Retirement preparation falling short Merrill survey finds 'wishful thinking'


NEW YORK -- If you think money is scarce now, wait until you retire.

That's the message from Merrill Lynch, which, as the nation's largest brokerage, has a vested interest in solving the problem by encouraging more investments in stocks and bonds.

Merrill projects that the number of elderly living in or near the government-designated poverty level ($7,500 in 1989 dollars) will grow from 6.1 million today to 7.8 million in two decades, creating "indigence on a scale previously unseen in the United States."

While bleak projections for the retirement system are common, a nationwide survey by Merrill of 400 people suggests that preparation is inadequate and misguided. Most of those polled believe Social Security and employee pensions will provide the bulk of their retirement income. That, says Merrill, is wishful thinking, at least if the retirees expect to enjoy 60 percent of preretirement income, as most do.

"Expectations are not in line with reality," said John L. Steffens, head of the firm's massive retail brokerage operations.

Social Security and employee pensions are headed down, medical costs and life spans are headed up, and the result, Merrill claims, is that people will live longer, poorer. Currently, the average person age 45 to 54 has a mere $2,300 in financial assets, or "not even enough to buy a good car," Mr. Steffens said. By retirement, financial assets have grown to just $19,500.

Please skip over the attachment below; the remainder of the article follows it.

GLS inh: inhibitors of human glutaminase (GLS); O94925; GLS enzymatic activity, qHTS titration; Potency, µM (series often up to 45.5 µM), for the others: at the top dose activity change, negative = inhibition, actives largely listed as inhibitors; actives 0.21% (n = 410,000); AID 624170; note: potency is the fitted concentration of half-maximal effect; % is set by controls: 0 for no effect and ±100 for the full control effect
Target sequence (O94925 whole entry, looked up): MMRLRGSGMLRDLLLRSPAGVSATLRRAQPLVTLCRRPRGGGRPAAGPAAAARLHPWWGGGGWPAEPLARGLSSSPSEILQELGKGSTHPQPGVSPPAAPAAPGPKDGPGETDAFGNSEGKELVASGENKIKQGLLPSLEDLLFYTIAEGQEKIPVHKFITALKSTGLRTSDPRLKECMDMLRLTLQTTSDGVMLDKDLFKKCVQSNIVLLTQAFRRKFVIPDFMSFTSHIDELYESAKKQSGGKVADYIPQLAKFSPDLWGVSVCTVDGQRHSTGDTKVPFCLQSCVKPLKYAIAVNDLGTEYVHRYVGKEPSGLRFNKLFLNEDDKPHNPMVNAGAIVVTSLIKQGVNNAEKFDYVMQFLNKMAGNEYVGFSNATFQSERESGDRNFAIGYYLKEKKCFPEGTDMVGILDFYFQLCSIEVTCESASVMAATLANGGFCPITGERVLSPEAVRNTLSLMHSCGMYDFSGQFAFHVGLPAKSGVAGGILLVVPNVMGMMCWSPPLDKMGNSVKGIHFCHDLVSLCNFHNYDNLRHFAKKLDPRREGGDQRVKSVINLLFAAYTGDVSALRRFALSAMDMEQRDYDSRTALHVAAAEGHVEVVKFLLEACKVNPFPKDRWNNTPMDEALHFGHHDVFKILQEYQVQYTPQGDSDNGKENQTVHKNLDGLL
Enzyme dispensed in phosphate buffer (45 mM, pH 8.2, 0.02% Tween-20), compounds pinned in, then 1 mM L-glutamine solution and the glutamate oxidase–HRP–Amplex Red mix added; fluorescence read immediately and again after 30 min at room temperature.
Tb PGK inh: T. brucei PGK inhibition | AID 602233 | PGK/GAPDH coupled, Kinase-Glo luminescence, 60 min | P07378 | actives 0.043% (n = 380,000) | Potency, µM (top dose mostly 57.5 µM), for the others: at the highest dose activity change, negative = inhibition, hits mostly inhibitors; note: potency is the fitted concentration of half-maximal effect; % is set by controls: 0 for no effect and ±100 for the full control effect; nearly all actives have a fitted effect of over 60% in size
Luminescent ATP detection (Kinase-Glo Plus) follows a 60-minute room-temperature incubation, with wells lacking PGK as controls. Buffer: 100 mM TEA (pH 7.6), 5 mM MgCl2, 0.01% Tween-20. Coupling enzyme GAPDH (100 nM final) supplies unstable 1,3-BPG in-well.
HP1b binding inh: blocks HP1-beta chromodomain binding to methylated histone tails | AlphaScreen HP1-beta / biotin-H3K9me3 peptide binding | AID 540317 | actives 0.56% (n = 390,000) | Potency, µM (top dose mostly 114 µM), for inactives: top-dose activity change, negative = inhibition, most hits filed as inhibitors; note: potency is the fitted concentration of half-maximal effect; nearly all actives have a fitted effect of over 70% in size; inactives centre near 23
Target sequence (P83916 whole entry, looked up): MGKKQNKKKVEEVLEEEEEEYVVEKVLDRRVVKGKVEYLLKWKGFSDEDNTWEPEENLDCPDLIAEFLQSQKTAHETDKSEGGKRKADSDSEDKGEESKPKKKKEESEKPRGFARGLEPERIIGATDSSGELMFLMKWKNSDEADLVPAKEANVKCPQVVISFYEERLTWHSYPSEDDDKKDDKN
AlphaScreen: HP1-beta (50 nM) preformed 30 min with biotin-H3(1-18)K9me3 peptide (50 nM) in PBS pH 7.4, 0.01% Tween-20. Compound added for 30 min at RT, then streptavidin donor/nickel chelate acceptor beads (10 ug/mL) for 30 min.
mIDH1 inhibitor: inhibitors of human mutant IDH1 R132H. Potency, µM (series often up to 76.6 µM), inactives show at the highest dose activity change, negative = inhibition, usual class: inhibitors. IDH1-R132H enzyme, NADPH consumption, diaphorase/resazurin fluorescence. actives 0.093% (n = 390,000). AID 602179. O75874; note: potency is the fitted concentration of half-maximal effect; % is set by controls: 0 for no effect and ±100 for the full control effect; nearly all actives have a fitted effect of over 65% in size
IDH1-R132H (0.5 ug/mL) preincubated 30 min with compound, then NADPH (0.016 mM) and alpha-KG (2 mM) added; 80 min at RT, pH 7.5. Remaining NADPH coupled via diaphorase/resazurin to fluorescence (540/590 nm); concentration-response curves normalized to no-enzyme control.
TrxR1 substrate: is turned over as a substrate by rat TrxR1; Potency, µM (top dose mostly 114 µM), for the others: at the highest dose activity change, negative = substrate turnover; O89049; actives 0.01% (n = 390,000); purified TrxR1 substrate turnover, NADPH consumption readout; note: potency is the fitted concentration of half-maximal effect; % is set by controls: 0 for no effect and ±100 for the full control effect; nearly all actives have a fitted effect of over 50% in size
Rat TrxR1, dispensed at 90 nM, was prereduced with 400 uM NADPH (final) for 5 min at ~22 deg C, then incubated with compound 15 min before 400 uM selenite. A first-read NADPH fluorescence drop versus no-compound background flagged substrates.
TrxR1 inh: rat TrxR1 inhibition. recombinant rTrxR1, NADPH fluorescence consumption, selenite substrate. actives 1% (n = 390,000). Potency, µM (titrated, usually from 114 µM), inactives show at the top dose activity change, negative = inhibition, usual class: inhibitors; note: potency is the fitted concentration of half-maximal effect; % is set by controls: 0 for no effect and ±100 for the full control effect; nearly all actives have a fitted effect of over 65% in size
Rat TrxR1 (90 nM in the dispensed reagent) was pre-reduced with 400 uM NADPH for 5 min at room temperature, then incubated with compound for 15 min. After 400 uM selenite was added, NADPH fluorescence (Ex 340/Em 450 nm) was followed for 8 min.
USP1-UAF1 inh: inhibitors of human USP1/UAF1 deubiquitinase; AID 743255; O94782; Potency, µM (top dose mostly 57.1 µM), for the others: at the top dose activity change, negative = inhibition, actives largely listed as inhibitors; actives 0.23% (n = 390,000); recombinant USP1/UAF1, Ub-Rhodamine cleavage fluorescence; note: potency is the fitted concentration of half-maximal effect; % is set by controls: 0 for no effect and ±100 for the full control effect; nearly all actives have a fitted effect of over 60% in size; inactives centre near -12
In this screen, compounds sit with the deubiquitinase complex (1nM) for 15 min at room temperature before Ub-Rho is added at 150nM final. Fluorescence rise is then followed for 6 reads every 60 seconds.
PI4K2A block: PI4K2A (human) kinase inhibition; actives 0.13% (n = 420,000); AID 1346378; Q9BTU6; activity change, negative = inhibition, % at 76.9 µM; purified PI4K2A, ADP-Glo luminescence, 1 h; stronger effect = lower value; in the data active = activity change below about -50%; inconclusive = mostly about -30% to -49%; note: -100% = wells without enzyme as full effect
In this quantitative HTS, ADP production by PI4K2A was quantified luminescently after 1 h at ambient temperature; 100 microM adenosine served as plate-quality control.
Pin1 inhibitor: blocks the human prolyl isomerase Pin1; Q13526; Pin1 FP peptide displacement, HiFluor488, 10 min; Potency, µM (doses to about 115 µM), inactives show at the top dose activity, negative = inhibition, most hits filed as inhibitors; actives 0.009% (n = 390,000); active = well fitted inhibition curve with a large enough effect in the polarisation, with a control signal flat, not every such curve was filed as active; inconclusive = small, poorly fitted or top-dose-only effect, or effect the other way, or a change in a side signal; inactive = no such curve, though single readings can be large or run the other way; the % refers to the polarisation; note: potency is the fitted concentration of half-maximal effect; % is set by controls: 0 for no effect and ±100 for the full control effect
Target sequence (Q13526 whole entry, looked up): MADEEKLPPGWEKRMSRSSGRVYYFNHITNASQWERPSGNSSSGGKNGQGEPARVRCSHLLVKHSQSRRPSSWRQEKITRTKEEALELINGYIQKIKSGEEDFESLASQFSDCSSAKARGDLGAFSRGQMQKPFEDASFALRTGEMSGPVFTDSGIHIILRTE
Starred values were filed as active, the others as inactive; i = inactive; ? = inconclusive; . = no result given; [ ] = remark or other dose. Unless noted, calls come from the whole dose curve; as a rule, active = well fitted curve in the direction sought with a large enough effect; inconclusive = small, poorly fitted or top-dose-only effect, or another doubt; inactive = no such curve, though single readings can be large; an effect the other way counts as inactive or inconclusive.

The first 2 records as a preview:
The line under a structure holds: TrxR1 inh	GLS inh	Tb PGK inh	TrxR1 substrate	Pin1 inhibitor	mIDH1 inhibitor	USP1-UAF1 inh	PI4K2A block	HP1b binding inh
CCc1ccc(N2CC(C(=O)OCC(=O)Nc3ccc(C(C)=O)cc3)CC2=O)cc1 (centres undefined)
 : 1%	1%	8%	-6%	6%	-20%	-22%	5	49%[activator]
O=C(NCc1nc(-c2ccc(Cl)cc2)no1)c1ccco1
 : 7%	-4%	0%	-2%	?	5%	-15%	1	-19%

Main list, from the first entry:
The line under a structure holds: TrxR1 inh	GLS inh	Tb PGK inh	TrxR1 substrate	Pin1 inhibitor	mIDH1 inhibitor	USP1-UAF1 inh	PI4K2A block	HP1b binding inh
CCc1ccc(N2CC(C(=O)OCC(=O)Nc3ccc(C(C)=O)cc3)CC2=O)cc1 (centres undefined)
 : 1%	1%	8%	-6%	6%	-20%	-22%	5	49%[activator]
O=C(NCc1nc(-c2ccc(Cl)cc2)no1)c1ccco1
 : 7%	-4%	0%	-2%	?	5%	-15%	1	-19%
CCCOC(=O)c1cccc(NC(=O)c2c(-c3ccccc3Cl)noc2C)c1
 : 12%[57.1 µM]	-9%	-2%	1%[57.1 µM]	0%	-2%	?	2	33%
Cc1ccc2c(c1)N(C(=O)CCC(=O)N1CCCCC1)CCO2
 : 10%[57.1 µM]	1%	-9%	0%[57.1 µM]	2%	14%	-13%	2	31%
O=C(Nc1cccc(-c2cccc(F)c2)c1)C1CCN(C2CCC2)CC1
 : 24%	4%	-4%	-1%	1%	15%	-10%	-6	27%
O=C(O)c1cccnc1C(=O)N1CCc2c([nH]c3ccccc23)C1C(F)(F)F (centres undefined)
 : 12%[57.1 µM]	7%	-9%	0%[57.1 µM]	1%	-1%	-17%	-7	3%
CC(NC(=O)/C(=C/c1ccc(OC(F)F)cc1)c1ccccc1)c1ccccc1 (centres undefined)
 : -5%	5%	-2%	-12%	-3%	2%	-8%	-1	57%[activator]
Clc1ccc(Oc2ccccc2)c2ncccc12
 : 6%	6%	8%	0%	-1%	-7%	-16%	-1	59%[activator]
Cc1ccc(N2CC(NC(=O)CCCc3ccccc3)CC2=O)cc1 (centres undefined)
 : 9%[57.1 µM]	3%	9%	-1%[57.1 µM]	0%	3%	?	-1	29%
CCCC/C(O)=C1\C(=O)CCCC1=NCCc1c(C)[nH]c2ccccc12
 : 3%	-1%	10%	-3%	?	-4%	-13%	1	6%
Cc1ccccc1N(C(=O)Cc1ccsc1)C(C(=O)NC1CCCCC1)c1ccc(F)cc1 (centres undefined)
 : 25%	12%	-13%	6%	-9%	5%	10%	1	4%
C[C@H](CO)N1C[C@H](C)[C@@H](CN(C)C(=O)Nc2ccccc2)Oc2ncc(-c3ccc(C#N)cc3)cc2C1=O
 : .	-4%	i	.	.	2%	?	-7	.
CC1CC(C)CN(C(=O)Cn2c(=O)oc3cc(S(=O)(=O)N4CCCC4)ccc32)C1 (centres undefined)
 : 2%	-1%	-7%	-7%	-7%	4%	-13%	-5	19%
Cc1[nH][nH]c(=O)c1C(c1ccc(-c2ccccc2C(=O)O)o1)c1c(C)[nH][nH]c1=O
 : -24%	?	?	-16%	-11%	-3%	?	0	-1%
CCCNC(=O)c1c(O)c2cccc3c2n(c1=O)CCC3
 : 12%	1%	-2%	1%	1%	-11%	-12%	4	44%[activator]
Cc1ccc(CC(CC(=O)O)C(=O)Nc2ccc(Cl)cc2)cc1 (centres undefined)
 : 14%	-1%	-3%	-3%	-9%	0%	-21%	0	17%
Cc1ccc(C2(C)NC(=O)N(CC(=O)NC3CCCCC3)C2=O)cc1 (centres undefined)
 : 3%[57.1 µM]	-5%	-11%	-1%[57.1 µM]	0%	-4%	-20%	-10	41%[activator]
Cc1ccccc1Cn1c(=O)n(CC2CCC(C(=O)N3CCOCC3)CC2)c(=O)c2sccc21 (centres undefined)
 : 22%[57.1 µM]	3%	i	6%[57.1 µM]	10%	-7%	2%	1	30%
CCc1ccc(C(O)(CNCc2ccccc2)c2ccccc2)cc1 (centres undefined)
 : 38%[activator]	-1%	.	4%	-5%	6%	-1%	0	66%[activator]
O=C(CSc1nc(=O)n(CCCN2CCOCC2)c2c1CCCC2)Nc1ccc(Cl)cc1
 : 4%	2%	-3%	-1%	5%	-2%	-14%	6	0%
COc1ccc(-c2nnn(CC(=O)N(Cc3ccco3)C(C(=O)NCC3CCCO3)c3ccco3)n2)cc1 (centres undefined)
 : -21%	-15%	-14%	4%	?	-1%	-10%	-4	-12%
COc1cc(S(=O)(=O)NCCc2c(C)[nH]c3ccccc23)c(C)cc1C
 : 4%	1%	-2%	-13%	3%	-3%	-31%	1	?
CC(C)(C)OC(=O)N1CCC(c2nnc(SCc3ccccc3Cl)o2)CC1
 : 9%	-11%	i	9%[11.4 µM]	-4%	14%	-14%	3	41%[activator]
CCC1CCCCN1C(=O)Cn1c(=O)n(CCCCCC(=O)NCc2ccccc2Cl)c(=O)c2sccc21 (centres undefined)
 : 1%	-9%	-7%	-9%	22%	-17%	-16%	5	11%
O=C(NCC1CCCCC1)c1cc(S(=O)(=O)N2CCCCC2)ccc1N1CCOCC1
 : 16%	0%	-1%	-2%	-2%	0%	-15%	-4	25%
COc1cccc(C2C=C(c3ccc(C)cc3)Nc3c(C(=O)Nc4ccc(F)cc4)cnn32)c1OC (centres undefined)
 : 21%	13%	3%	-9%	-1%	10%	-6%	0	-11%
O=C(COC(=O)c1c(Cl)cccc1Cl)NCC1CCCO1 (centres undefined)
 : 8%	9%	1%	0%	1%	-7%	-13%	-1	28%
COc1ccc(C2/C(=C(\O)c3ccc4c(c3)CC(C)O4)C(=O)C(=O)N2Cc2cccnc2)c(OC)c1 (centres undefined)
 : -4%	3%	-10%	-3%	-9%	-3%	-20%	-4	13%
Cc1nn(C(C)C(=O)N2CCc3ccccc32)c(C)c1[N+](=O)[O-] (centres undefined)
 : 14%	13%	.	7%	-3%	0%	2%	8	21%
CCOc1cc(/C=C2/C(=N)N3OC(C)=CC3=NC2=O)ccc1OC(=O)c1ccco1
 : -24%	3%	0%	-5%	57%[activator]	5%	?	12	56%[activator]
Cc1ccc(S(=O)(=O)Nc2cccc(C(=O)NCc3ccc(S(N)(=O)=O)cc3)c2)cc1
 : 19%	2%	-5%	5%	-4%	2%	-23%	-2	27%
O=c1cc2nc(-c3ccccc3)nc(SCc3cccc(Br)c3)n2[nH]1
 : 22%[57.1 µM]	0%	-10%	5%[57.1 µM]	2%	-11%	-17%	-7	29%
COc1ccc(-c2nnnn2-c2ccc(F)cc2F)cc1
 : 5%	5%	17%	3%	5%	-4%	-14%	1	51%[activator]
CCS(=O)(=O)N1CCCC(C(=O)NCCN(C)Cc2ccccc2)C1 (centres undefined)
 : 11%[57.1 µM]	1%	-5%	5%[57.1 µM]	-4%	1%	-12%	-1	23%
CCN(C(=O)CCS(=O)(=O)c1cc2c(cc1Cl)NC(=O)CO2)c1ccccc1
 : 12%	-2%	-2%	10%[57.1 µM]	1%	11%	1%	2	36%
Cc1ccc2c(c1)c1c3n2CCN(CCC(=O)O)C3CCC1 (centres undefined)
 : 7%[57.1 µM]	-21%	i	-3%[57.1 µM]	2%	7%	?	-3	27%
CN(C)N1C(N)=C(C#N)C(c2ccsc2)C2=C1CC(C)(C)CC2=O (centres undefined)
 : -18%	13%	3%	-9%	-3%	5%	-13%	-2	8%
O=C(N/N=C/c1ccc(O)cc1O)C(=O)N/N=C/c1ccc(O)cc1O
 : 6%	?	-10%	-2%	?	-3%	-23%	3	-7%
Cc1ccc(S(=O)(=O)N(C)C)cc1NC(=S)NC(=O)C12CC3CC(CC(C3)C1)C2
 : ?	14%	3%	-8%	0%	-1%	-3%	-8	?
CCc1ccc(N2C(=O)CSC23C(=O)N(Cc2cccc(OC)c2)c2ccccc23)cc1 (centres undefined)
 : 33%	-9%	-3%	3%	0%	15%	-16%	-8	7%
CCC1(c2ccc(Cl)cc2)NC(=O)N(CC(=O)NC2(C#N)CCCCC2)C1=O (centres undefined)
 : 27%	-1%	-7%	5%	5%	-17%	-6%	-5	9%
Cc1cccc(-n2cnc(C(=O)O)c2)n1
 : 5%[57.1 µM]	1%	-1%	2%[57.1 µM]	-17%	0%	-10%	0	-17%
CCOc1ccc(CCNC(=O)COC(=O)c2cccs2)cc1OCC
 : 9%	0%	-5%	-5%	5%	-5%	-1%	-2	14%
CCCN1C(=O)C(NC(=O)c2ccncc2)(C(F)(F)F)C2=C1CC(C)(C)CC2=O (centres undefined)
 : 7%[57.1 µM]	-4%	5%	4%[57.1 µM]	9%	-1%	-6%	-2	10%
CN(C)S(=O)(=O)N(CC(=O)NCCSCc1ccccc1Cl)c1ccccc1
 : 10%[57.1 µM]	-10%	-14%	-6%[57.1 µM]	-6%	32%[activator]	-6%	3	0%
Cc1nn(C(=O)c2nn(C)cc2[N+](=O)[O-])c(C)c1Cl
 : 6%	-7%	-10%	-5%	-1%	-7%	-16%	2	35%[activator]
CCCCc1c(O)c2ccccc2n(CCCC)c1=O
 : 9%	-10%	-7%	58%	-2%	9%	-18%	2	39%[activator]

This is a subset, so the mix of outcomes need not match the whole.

The situation gets even gloomier given Merrill's projection that most people will spend three to five years either needing home care or in a nursing home (average cost: $32,000 a year). "Where will those dollars come from?" Mr. Steffens asked.

Merrill's answer is savings, and if begun early, the number needn't be extraordinarily large: $1,542 annually starting at age 35, $2,089 by age 40, and so on. That, Merrill contends, would allow the person living in a $40,000-a-year household, who receives a 7 percent return on his money and 4 percent annual raises, to receive 60 percent of preretirement income until death (at age 78).

Receiving a good return on savings, though, won't be easy. Merrill's chief strategist, Charles Clough, said that interest rates on risk-free short-term investments such as 90-day certificates of deposits are at low levels and likely to stay that way.

Mr. Clough said individuals will have to take larger risks by investing in equities or longer-term bonds.

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